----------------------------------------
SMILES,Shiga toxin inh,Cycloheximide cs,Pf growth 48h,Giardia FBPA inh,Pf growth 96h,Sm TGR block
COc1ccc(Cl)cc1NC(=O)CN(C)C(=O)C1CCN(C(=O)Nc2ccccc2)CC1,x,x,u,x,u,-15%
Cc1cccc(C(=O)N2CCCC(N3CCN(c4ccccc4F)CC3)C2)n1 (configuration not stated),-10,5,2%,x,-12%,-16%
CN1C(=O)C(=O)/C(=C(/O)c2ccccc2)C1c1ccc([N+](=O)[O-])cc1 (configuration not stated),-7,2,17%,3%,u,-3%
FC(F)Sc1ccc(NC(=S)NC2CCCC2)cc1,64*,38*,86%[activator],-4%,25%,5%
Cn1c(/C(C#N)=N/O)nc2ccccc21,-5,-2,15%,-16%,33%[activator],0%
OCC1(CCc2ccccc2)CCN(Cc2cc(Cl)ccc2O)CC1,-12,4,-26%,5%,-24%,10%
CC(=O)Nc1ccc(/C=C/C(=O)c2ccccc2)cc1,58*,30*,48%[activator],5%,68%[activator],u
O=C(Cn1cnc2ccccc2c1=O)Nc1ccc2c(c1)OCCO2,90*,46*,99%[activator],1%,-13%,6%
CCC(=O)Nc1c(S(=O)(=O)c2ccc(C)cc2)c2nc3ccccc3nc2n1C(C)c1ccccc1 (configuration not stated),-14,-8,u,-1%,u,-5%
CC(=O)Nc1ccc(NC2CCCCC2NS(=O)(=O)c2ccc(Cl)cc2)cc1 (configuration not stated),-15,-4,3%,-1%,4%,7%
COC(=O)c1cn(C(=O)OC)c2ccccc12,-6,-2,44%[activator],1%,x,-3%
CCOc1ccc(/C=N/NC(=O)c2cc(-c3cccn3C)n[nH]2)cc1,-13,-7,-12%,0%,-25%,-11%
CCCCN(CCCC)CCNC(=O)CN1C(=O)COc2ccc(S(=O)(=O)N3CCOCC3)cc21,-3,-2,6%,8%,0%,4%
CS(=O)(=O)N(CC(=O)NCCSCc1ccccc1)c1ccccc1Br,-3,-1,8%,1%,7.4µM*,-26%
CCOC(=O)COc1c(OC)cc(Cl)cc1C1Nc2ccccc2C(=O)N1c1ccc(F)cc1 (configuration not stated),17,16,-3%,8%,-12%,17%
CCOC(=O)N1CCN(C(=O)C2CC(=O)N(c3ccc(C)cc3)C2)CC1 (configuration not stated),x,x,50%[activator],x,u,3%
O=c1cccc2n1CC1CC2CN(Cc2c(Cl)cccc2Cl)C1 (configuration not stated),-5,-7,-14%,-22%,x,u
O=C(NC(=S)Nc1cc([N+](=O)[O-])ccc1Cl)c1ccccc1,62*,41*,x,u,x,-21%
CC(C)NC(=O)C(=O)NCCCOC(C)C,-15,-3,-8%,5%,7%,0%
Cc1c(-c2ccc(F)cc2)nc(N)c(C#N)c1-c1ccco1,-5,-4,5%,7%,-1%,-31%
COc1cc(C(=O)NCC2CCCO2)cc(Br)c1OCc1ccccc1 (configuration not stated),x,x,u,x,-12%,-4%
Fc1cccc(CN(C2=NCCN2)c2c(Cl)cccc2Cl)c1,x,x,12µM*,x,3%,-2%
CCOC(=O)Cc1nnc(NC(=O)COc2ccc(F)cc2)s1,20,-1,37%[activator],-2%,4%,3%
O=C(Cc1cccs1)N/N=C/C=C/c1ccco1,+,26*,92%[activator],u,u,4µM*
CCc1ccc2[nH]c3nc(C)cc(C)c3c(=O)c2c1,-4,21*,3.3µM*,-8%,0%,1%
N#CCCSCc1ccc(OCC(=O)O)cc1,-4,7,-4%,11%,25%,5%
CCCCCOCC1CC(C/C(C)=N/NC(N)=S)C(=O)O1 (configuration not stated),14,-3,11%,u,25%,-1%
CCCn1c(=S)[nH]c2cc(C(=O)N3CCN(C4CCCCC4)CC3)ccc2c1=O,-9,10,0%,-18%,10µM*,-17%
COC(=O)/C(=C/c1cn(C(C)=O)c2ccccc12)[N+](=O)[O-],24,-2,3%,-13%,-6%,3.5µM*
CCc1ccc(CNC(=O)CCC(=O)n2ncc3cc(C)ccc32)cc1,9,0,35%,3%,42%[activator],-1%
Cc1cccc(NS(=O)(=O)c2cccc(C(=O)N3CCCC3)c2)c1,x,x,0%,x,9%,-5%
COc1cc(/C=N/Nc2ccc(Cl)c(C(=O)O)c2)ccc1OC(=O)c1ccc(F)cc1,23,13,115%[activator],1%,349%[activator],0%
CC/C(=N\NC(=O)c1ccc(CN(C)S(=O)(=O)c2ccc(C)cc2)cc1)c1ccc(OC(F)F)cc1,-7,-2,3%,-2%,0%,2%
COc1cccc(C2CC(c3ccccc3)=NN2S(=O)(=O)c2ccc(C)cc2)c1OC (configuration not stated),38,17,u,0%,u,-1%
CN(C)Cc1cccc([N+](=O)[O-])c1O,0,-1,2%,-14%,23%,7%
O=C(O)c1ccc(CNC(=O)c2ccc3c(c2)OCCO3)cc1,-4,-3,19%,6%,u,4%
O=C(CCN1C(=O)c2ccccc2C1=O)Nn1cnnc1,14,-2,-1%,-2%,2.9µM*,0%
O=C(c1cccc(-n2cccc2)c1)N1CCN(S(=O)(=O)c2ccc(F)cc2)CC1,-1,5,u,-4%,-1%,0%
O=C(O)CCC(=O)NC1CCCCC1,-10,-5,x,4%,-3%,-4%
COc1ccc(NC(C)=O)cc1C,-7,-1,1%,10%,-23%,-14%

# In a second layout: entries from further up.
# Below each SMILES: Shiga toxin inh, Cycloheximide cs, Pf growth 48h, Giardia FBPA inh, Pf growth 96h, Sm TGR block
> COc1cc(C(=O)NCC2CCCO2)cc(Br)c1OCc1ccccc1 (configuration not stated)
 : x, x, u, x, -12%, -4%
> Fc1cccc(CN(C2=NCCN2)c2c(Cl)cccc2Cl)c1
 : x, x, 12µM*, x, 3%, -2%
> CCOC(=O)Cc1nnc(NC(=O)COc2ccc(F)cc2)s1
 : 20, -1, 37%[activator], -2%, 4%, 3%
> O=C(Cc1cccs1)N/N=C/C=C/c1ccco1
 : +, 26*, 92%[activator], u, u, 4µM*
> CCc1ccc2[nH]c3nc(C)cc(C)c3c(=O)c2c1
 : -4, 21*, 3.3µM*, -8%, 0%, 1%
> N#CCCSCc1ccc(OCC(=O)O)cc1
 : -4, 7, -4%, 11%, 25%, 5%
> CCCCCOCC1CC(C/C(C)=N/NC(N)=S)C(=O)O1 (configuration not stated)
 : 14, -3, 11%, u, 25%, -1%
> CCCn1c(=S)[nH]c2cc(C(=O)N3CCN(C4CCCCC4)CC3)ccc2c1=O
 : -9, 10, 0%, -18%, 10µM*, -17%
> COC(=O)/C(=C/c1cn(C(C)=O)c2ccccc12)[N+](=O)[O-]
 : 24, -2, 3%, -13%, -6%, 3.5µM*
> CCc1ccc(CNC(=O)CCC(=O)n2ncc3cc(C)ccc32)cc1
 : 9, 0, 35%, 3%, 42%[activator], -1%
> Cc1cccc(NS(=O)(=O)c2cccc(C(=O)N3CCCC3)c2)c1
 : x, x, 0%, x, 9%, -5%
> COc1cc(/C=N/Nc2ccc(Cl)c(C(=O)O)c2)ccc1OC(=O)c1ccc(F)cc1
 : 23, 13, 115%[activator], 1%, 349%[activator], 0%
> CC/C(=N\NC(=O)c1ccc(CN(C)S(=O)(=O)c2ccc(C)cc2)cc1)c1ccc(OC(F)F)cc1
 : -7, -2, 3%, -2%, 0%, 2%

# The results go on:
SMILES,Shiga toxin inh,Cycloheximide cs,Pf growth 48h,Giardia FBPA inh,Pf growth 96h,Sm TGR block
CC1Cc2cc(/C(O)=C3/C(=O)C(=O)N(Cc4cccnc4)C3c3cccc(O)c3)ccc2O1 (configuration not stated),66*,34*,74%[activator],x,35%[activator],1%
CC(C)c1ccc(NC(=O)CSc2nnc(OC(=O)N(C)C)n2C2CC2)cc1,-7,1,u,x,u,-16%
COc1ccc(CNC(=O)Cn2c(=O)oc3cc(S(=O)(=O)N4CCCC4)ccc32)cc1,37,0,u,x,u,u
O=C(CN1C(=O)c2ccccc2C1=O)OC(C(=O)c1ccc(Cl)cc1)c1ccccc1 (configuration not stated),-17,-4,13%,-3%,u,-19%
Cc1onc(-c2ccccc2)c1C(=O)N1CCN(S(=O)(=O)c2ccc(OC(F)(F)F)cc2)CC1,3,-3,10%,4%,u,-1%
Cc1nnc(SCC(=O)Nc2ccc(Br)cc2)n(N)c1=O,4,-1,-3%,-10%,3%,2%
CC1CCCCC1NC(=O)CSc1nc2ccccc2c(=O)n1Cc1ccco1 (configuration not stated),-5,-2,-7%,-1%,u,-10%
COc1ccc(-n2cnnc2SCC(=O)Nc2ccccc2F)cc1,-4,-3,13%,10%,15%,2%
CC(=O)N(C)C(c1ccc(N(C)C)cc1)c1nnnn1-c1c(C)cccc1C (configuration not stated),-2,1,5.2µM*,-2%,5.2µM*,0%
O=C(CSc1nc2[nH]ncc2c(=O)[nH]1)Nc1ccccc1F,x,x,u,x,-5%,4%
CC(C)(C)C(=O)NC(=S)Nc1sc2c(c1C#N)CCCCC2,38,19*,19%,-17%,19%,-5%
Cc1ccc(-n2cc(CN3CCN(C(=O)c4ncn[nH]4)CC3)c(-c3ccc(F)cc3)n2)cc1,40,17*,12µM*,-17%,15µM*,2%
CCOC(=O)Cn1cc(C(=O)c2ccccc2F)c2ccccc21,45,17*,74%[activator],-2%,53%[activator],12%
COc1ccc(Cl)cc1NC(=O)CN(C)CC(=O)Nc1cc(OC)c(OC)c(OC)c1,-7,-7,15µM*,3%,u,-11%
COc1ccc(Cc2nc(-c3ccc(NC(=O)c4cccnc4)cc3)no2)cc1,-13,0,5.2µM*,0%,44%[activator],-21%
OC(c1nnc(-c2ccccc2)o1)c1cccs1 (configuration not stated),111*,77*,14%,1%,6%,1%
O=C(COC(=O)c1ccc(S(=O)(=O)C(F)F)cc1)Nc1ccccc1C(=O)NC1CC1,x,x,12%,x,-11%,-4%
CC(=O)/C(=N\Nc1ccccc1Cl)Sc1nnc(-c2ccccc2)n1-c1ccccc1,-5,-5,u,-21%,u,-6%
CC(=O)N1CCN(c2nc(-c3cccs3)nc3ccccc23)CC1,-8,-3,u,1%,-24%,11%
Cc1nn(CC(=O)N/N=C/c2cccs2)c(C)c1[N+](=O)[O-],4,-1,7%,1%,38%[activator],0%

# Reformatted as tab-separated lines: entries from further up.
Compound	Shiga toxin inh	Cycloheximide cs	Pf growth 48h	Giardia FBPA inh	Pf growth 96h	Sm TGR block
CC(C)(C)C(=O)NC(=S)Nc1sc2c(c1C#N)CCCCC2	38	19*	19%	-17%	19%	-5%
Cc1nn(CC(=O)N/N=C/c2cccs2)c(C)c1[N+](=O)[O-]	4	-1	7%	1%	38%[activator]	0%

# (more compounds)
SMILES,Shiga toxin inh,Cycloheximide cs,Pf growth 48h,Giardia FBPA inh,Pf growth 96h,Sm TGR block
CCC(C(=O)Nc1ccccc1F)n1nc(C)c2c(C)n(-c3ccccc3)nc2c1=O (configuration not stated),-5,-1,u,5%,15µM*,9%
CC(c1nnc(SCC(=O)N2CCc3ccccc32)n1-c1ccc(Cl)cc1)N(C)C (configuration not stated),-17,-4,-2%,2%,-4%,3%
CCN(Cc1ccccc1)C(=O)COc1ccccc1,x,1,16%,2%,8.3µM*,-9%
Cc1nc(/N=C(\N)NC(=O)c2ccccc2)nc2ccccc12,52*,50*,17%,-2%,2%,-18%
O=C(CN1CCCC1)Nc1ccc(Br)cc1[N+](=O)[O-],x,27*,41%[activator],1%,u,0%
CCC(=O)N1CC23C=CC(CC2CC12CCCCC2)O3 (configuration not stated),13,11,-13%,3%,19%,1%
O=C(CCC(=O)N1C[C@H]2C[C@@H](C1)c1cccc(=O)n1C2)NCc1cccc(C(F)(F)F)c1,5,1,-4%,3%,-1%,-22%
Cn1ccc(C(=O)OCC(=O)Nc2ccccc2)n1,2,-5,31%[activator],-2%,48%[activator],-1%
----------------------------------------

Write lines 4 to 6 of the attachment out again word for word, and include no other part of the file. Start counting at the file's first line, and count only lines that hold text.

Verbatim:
CN1C(=O)C(=O)/C(=C(/O)c2ccccc2)C1c1ccc([N+](=O)[O-])cc1 (configuration not stated),-7,2,17%,3%,u,-3%
FC(F)Sc1ccc(NC(=S)NC2CCCC2)cc1,64*,38*,86%[activator],-4%,25%,5%
Cn1c(/C(C#N)=N/O)nc2ccccc21,-5,-2,15%,-16%,33%[activator],0%